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Biography Dr. Charles S. Houston

Born in New York City in 1913, Dr. Charles Houston began climbing at the early age of twelve, initially in the Alps, later in Alaska. In 1936, he organized his first British American Expedition to the Himalayas, which climbed Nanda Devi (7816 m) in Northern India for the first time. In 1938 he led the first American expedition to K2 in Pakistan, reaching an altitude of 7900 m. In 1950 he was one of a small party travelling to Nepal with the purpose of exploring the southern approach route to Mt. Everest for the first time. In 1953 he returned to K2, reaching 7800 m, where one of the climbers tragically lost his life.

Dr. Charles Houston graduated from Harvard College and Columbia University College of Physicians and Surgeons. During World War II he was commissioned in the US Navy, obtaining his Flight Surgeon wings and retiring as Commander in 1946. From 1947 to 1979 he practiced general internal medicine, first for ten years in Exeter, New Hampshire, then for five years in Aspen, Colorado, and later in Burlington, Vermont. In 1962 he was named Peace Corps Director for India, serving there until 1965. In 1966 he became Professor of Medicine at the University of Vermont Medical College. After his retirement in 1979 he held several prestigious posts on the Governor of Vermont's Commissions.

While serving as Naval Flight Surgeon Dr. Houston was engaged in high altitude research and training. In 1947 he directed a 34 day low pressure chamber study of acclimatization to high altitude, known in scientific circles as «Operation Everest», during which four test persons were taken to a simulated altitude of 8850 m. The resulting publications have become a landmark in physiology. Ever since he has been active in Mountain Medicine and has organized and chaired numerous symposia. In 1958 Dr. Houston first brought to world attention the previously little known «High Altitude Pulmonary Edema», which even today kills the unwary who go to the mountains. From 1967 to 1979 he also directed the Arctic Institute of North America's High Altitude Physiology Study on Mount Logan in the Yukon Territory, Canada. On this mountain, in 1968, he was the first to identify «High Altitude Retinal Haemorrhages». Finally, in 1985, he was again Principal Investigator for «Operation Everest II», an expanded repeat of the 1946 study.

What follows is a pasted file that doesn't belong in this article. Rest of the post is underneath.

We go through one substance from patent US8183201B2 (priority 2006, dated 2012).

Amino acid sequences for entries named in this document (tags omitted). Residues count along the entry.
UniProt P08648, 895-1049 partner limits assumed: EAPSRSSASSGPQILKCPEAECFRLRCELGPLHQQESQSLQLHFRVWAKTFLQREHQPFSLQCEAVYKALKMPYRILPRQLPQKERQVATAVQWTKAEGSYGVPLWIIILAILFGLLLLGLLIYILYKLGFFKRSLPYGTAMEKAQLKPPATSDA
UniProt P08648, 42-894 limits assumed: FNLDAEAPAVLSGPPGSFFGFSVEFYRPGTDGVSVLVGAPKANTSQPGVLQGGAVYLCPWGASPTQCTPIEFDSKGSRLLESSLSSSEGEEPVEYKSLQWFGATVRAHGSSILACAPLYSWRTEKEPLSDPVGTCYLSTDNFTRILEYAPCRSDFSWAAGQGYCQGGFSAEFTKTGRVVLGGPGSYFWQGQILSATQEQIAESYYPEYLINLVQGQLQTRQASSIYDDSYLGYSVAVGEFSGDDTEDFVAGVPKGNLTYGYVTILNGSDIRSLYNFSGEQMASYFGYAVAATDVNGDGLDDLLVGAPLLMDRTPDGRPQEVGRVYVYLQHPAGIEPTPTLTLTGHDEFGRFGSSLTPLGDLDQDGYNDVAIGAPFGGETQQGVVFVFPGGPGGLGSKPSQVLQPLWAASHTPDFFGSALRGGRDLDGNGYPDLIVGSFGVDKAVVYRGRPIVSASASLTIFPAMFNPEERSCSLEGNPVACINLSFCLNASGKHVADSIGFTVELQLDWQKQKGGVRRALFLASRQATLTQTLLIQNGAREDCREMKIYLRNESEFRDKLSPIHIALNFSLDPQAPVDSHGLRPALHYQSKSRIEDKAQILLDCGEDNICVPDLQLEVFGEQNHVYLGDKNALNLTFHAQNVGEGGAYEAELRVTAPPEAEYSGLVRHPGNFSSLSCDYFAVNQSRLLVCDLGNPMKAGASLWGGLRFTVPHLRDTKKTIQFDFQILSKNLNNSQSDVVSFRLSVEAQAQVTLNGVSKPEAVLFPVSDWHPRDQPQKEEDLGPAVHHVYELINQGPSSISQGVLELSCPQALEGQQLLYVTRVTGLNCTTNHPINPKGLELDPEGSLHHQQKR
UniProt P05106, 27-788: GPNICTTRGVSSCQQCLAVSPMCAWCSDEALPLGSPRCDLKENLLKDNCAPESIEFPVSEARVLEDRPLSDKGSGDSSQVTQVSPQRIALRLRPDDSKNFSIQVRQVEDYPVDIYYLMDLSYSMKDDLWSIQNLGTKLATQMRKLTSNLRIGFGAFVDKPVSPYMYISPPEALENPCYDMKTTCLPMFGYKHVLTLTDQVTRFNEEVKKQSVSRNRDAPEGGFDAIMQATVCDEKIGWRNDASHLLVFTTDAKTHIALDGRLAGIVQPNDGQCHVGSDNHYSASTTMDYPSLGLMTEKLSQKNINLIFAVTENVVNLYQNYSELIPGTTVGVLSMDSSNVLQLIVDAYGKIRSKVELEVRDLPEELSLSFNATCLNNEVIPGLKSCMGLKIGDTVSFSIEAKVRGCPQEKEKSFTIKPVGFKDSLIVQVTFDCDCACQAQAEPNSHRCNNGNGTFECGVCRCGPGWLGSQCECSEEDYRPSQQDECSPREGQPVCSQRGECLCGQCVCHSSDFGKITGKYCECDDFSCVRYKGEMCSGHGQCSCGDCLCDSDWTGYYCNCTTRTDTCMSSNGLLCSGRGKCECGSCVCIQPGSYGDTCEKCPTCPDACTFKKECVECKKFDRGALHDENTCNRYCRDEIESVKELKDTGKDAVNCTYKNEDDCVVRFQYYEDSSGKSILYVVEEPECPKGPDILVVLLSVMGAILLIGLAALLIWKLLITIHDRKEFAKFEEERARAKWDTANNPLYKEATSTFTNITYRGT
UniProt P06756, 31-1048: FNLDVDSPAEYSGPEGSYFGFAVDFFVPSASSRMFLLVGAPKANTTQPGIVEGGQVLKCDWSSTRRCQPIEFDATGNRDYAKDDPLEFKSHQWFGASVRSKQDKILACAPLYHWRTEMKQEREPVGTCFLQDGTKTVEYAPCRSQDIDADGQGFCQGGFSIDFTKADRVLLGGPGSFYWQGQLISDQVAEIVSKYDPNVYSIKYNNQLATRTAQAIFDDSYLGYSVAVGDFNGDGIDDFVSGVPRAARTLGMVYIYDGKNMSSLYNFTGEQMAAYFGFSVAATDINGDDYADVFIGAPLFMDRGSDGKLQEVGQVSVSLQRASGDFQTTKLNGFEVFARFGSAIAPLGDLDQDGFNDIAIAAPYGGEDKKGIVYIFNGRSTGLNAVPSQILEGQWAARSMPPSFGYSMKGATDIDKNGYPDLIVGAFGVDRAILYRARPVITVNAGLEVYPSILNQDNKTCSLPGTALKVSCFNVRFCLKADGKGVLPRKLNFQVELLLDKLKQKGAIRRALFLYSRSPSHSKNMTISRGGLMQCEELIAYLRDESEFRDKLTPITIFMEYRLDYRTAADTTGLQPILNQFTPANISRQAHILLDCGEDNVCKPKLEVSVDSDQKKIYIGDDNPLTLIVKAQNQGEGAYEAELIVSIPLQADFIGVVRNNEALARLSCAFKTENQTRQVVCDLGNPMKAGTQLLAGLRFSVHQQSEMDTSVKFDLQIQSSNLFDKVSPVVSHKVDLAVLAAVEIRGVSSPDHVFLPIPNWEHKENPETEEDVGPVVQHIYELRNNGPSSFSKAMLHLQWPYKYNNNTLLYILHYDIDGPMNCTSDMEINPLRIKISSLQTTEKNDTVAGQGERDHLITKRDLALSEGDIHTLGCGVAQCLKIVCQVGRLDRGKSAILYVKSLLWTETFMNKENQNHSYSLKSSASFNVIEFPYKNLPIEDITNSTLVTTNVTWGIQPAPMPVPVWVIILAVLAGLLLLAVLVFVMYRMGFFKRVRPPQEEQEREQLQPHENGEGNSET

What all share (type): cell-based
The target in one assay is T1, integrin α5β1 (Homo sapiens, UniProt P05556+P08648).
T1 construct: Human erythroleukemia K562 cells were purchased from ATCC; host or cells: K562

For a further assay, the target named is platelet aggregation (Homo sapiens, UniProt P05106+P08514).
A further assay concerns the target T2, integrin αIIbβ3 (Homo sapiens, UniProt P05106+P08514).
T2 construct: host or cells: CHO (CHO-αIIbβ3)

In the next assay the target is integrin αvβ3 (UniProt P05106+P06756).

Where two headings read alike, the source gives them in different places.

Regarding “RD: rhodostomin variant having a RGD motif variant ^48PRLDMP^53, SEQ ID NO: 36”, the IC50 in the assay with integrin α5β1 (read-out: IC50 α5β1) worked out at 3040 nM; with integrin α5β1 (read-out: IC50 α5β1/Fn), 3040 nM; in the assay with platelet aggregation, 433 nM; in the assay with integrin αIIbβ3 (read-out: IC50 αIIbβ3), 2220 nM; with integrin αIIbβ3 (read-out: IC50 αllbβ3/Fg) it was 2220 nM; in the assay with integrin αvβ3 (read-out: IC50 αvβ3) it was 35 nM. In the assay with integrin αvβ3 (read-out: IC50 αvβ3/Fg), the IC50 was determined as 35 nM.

Dr. Houston has published numerous books and articles on his own Himalayan climbs and on high altitude medical research. The most recent books are: Going Higher: The Story of Man and Altitude (third edition 1987), and Altitude Wellness and Illness (1994). Furthermore he has been co-editor of the Proceedings of the biennial Hypoxia Symposia and principal author or co-author of almost 100 altitude-related papers. He has held numerous lectures in North America, Europe, China, Japan and India.

Dr. Houston is Professor Emeritus of Medicine at the University of Vermont, Honorary Member of the Alpine Club, the American Alpine Club and the Himalayan Club among others, and has been honoured by these and other organizations. In 1996 he now receives the King Albert Medal of Merit.

Charles S. Houston died in 2009.